The Next 5
6. Andrea Riseborough — The Death of Stalin
7. Millicent Simmonds — A Quiet Place
8. Zoe Saldana — Avengers: Infinity War
9. Tessa Thompson — Annihilation
10. Sally Hawkins — Paddington 2

Best Production Design

Winner: Hannah Beachler, Jay Hart — Black Panther

Marvel/Disney/Courtesy

Some franchises get sequels, and even after a second film, their worlds still feel flat, uninspired and without life.

Black Panther is the exact opposite. Within the first act, the world of Wakanda lives vibrantly, and a huge reason for that is the production design. Like the costumes, the variety of designs, how informed each feel and how each build a specific aspect of Wakanda is a testament to the production design’s accomplishment. The throne room has the hallmark of superhero royal design, and yet, it is distinctly of Wakanda. And Shuri’s lab is as badass and visually exciting as any set throughout the MCU.

To make it plain and simple, look at how the sets of Wakanda are realized at the end of Captain America: Civil War and throughout Avengers: Infinity War. The difference is day and night.

Runner-up: Gary Williamson, Cathy Cosgrove — Paddington 2
3. Mark Digby, Michelle Day — Annihilation
4. Adam Stockhausen, Paul Harrod — Isle of Dogs
5. Jeffrey Beecroft, Heather Loeffler — A Quiet Place

The Next 5
6. Kristian Milsted, Libby Uppington — Journey’s End
7. Charles Wood, Lesley Pope — Avengers: Infinity War
8. Cristina Casali, Charlotte Dirickx — The Death of Stalin
9. Gary Freeman, Raffaella Giovannetti — Tomb Raider
10. Naomi Shohan, Elizabeth Keenan — A Wrinkle in Time

Best Visual Effects

Winner: Dan DeLeeuw, Jeff Capogreco, Varun Hadkar, Doug Spilatro — Avengers: Infinity War

Marvel/Disney/Courtesy

The visual effects of Avengers: Infinity War are simultaneously a synthesis of the MCU and a grand expansion of it. We get our (brief) moment of Hulk. We get Iron Man in full action. We get Dr. Strange and Wong channeling their magic. We get Spider-Man slinging through New York. We get the Guardians going galactic.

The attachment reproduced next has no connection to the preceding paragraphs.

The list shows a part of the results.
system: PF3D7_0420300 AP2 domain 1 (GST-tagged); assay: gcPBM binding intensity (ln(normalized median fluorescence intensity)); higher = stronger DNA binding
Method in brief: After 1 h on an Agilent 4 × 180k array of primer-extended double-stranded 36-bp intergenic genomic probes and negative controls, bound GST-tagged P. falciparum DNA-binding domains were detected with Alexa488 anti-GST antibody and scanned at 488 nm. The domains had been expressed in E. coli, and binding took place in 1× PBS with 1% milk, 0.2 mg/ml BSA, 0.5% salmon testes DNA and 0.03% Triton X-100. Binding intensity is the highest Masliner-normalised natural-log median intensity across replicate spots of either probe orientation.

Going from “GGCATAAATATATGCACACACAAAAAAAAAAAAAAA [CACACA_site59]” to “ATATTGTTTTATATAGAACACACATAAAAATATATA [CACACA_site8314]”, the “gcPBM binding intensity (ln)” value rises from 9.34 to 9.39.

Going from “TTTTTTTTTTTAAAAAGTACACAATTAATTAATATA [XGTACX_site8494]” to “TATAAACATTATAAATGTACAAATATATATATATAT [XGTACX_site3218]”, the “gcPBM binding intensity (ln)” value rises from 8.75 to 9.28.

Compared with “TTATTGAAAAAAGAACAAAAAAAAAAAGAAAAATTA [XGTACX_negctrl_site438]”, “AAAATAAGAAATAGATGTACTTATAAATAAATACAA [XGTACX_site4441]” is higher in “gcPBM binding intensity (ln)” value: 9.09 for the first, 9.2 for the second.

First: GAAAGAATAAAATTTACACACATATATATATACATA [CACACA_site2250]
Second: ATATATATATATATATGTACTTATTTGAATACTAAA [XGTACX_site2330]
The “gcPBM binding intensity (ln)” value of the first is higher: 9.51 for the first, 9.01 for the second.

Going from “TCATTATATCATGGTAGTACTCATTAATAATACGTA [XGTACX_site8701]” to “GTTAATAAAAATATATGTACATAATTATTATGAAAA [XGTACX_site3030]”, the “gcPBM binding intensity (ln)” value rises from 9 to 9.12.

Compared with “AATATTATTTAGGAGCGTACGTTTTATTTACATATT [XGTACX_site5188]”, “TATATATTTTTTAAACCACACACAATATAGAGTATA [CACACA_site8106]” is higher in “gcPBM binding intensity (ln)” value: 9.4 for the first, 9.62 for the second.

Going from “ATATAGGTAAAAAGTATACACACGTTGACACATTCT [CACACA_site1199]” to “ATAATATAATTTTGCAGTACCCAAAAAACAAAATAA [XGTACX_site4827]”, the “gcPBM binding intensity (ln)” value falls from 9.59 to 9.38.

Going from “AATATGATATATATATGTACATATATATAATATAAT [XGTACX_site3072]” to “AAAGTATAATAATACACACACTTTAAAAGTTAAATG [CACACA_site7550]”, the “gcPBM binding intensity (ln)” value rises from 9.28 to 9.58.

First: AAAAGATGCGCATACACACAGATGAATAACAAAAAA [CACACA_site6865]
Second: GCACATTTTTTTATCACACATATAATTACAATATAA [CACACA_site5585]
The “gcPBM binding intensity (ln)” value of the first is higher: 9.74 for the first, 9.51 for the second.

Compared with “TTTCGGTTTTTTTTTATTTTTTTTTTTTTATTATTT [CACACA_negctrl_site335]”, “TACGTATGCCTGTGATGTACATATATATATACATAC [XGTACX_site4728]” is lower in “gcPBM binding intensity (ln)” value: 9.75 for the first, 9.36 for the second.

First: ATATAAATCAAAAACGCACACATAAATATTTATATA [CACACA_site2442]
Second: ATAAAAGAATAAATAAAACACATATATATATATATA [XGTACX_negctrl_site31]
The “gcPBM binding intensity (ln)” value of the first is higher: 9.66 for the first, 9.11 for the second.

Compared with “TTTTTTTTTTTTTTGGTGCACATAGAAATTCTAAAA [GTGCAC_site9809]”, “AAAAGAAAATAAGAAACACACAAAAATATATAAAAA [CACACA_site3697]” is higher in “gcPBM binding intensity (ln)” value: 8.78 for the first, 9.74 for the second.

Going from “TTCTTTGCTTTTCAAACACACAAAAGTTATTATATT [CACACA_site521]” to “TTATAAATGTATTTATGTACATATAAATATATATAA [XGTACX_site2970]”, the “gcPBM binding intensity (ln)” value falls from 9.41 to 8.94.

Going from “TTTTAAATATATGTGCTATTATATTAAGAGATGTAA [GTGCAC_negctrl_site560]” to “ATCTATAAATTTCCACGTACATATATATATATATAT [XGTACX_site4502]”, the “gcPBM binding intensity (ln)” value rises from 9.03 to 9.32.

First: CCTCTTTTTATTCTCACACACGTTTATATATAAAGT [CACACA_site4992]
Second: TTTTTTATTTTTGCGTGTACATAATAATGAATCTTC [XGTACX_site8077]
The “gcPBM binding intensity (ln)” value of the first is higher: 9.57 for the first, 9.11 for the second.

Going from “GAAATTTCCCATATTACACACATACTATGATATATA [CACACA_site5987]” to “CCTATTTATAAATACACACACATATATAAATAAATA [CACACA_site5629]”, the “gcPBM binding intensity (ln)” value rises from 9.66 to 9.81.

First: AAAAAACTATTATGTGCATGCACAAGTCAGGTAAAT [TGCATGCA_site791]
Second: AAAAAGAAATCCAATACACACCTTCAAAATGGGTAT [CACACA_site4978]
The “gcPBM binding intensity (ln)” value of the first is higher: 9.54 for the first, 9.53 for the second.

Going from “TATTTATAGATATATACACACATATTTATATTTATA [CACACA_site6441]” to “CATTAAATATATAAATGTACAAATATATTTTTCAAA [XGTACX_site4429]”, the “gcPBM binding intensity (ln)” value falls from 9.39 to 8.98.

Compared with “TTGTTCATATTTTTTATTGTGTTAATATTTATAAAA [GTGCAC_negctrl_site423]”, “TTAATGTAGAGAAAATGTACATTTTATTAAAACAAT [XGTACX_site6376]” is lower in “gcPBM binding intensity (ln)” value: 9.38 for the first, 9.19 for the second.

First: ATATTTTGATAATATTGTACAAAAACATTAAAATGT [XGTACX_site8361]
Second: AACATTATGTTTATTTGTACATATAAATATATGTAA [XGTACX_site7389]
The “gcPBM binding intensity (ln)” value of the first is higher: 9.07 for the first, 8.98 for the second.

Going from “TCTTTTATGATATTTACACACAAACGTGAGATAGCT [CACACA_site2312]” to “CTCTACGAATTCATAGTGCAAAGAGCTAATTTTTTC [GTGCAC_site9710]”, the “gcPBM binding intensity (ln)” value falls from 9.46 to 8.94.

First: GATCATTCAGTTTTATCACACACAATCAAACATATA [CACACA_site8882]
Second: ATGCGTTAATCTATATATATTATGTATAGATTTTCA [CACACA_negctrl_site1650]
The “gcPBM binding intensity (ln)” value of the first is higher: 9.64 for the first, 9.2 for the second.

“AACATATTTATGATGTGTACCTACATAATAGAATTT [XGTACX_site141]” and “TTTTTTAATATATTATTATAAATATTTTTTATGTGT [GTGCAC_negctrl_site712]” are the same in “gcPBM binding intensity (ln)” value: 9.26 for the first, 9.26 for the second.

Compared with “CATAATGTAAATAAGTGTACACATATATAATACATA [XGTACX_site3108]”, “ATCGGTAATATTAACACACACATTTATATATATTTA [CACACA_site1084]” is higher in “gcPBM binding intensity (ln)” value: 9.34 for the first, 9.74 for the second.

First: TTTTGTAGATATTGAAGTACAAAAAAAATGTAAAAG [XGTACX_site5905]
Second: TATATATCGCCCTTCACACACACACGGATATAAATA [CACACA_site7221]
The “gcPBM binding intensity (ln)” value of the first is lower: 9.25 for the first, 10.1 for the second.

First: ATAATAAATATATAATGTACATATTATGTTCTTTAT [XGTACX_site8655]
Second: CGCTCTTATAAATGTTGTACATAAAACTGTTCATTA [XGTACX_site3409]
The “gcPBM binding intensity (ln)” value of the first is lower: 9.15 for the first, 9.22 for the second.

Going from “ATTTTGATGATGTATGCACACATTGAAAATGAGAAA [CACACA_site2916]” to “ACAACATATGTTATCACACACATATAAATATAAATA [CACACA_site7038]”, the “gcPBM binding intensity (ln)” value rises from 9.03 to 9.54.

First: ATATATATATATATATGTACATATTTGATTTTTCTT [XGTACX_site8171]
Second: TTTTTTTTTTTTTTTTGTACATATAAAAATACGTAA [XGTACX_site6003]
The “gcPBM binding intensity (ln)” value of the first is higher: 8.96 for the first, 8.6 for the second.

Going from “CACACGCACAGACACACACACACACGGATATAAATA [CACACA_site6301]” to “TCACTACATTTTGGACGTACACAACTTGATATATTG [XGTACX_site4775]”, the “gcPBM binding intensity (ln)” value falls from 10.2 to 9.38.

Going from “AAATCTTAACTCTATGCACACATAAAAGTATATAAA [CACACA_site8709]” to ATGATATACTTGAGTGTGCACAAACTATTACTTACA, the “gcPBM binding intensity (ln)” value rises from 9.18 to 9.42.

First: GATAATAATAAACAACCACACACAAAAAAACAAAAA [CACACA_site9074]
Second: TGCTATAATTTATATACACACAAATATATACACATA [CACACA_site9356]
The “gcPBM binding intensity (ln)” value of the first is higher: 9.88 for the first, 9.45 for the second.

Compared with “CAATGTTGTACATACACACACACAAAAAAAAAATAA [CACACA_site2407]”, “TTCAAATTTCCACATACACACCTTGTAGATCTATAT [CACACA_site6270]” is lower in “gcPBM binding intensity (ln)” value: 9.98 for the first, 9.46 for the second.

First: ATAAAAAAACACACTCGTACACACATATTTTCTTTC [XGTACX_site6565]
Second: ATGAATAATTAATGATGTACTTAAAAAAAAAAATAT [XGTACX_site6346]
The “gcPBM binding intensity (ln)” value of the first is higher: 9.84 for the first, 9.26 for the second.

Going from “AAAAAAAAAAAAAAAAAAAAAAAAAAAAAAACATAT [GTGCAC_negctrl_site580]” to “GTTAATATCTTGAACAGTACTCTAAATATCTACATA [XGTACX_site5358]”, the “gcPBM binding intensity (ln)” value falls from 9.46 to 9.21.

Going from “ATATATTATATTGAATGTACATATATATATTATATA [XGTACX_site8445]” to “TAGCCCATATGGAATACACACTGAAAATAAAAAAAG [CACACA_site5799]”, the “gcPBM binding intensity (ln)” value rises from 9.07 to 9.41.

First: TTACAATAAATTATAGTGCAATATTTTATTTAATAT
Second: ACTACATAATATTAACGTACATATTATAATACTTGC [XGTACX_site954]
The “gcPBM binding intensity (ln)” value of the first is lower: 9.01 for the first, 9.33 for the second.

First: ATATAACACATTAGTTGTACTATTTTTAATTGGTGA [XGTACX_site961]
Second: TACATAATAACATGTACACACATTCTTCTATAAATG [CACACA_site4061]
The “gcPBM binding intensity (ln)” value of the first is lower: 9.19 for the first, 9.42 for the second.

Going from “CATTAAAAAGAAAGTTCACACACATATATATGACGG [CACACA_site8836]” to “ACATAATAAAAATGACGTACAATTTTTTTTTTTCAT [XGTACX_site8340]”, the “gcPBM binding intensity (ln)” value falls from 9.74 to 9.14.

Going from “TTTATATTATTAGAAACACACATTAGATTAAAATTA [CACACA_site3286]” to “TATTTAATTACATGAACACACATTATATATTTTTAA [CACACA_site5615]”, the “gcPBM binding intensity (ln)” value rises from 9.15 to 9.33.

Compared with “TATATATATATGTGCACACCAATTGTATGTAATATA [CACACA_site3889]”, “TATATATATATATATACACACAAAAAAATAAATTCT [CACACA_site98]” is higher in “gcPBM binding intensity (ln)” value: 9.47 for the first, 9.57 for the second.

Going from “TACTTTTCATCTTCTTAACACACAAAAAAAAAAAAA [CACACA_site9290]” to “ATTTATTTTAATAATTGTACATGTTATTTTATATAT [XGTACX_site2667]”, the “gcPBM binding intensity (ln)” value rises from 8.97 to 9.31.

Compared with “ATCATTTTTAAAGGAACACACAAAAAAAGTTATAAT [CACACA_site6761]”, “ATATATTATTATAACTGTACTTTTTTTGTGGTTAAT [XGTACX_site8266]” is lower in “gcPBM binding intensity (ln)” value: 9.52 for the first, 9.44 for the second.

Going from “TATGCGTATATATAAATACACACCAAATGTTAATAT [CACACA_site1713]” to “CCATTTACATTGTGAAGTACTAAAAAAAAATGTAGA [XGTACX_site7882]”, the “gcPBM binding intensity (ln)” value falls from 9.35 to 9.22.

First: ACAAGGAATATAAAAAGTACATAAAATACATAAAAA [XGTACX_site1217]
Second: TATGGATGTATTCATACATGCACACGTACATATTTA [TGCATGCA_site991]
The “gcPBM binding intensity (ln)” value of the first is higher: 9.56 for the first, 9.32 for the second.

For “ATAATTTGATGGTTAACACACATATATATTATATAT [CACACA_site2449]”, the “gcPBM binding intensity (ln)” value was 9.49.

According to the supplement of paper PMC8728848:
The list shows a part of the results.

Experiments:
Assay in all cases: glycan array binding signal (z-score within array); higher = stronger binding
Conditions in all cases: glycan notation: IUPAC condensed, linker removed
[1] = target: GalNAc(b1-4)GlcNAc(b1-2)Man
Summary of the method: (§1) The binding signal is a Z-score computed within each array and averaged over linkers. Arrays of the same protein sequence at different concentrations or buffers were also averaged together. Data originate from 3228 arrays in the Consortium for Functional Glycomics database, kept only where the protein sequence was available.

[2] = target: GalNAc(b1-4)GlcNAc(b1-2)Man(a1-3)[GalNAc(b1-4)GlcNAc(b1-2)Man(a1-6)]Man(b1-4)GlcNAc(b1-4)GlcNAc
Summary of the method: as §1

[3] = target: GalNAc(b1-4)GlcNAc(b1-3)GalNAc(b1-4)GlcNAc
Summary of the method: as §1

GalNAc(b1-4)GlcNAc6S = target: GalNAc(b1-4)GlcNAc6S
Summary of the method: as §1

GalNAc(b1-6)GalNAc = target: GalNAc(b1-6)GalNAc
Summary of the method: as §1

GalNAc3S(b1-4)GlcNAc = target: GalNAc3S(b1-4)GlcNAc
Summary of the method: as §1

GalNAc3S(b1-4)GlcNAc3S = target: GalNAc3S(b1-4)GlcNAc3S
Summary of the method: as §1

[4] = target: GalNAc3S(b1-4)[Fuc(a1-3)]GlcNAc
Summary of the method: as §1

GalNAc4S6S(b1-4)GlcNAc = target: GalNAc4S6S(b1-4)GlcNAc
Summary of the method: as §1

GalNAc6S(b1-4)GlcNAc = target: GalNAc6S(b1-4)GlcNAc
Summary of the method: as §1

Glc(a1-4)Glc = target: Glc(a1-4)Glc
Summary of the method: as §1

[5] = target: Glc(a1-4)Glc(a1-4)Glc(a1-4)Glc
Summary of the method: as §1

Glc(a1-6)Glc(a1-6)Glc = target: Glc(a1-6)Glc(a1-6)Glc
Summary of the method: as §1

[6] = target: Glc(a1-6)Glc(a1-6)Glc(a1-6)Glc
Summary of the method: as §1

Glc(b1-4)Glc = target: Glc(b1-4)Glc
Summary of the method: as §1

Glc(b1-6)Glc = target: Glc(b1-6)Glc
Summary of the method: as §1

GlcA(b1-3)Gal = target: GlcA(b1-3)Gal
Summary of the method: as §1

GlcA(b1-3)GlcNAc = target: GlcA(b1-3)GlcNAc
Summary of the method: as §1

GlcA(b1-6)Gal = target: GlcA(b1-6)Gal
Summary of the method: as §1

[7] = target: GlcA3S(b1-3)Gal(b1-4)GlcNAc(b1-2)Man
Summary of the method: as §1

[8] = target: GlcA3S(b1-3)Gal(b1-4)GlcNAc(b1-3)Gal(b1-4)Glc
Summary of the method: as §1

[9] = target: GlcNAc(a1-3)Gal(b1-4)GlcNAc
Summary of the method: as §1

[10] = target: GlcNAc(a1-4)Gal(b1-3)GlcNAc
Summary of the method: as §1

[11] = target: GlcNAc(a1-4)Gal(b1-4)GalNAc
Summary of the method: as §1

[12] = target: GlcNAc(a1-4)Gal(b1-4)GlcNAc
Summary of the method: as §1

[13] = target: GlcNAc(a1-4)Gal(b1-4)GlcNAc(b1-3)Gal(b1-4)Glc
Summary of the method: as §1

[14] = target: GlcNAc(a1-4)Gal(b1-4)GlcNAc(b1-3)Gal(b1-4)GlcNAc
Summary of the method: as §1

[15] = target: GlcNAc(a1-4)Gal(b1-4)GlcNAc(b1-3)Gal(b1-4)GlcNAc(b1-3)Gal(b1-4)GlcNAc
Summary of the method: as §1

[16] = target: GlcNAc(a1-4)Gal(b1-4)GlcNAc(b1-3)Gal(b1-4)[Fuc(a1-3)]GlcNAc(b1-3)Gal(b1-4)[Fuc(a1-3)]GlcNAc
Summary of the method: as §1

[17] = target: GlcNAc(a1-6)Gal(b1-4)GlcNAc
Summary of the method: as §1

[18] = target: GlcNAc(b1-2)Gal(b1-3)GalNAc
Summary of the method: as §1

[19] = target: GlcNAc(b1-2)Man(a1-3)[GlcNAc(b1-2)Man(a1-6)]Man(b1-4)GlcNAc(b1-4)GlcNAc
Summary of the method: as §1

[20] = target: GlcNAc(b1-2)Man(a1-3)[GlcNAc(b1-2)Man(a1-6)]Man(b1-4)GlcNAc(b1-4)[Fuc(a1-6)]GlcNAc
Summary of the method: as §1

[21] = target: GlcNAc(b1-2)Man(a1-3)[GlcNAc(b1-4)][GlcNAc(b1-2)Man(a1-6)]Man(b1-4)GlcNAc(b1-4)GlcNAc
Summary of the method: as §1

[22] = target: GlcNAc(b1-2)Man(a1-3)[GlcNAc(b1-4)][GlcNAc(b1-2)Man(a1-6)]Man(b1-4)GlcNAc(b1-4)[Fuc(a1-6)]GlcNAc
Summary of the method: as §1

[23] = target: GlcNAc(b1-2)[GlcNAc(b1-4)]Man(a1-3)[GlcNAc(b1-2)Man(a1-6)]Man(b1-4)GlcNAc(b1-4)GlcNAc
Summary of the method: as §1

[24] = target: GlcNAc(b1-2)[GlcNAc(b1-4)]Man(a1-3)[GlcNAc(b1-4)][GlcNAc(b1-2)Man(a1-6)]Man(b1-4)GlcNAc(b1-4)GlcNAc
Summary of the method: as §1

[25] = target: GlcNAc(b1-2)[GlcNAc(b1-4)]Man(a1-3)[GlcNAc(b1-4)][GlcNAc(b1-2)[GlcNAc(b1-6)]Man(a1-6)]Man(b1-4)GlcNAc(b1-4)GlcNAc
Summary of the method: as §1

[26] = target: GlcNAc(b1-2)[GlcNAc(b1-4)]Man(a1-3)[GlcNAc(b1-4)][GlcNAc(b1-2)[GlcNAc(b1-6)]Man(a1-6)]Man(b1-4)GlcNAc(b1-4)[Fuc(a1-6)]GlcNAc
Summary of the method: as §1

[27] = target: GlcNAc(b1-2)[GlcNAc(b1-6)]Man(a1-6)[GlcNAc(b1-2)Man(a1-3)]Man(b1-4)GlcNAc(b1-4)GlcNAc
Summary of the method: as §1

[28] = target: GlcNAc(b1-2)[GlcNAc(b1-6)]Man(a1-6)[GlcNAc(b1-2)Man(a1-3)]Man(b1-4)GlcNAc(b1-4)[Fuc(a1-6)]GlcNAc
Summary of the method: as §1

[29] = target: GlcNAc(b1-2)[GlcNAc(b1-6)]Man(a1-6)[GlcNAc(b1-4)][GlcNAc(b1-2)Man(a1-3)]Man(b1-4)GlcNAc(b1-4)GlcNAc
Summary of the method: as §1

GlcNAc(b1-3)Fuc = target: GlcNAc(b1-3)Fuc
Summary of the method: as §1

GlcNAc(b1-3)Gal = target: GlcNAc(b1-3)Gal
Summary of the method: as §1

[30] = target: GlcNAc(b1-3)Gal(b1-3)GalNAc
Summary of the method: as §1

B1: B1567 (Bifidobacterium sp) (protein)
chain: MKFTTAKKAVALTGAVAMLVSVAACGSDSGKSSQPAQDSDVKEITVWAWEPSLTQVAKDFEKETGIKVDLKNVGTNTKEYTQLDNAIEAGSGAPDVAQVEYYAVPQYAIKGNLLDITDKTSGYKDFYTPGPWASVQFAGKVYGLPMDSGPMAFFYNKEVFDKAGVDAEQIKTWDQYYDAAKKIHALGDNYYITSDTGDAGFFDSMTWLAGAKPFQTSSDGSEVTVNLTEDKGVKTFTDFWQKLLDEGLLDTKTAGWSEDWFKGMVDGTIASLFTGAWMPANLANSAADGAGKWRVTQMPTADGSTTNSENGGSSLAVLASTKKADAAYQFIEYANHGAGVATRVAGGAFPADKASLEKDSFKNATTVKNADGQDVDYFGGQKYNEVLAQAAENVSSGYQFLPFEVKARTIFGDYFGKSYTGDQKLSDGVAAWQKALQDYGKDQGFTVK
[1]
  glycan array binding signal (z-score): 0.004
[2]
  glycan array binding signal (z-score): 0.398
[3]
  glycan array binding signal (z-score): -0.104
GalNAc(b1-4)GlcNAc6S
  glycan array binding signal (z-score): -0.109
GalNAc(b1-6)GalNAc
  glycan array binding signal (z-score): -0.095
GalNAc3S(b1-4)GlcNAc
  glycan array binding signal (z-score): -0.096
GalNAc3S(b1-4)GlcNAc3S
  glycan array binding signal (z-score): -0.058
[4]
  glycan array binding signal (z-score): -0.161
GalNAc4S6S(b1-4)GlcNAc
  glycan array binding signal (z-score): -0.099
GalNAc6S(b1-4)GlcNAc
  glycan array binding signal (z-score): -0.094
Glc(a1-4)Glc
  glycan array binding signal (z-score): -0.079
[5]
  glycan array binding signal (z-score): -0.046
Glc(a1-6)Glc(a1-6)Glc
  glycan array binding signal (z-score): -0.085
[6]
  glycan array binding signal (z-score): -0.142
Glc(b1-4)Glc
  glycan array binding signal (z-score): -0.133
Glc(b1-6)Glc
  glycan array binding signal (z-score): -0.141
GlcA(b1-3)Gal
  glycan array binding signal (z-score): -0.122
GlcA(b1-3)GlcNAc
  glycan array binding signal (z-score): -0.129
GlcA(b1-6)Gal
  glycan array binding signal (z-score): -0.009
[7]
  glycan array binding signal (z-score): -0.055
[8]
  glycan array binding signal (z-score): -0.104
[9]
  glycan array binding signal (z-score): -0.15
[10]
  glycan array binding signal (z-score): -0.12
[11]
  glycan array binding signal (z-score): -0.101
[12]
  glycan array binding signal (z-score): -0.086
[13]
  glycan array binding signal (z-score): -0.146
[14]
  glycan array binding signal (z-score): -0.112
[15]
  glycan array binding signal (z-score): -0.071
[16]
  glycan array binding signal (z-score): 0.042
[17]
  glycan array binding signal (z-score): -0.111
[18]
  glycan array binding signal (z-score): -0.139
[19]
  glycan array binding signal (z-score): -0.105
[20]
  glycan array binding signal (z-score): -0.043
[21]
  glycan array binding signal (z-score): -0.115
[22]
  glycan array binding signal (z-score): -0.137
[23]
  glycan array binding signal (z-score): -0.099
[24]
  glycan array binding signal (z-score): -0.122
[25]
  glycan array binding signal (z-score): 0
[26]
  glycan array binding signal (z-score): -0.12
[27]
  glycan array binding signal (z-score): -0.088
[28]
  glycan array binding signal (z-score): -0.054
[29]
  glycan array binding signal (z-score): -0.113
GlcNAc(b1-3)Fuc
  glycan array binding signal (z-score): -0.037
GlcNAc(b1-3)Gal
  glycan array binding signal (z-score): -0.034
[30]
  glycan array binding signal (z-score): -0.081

But we also get each hero visualized in new situations, using new weapons/suits/powers in new settings. The scope is pushed to the max as Iron Man’s suit evolves in its capabilities, as Dr. Strange is pitted against powers he hasn’t faced, as Spider-Man is taken into space, as Thor gets an axe to replace his hammer. The scope is pushed to the max as the new worlds we see — Titan, Nidavellir, Vormir — begin to paint a brilliant universe that’s been devastated by an approaching apocalypse.

Certain moments are visual effects wonders, many of them on Titan. Thanos bringing down the moon on Iron Man is indescribably transfixing, and the Avengers taking on Thanos to try to remove his gauntlet is a masterful orchestration.

And this all comes without mention of the performance capture work. Where Andy Serkis and crew innovated with the Planet of the Apes trilogy, the team on Infinity War extends that. The children of Thanos are interesting visual pieces, Ebony Maw perhaps the most. But Thanos is clearly the visual effects star. Thanos’ stature, his palpable physicality, which turns into palpable dread for our heroes, is key to the film’s success, and his rendering is brilliant.

Runner-up: Roger Guyett, Grady Cofer — Ready Player One
3. Andrew Whitehurst — Annihilation
4. Nikos Kalaitzidis, Richard McBride — A Wrinkle In Time
5. Geoffrey Baumann, Stuart Lashley, Doug Spilatro — Black Panther

The Next 5
6. Jim Berney, Peter Chiang, Caleb Choo — Pacific Rim: Uprising
7. Scott Farrar — A Quiet Place
8. Rupert Davies, Andy Kind, Peter McDonald, Carlos Monzon, Glen Pratt — Paddington 2
9. Matt Sloan, R. Christopher White — Maze Runner: The Death Cure
10. Thrain Shadbolt, Colin Strause, Erik Winquist — Rampage

Best Film Editing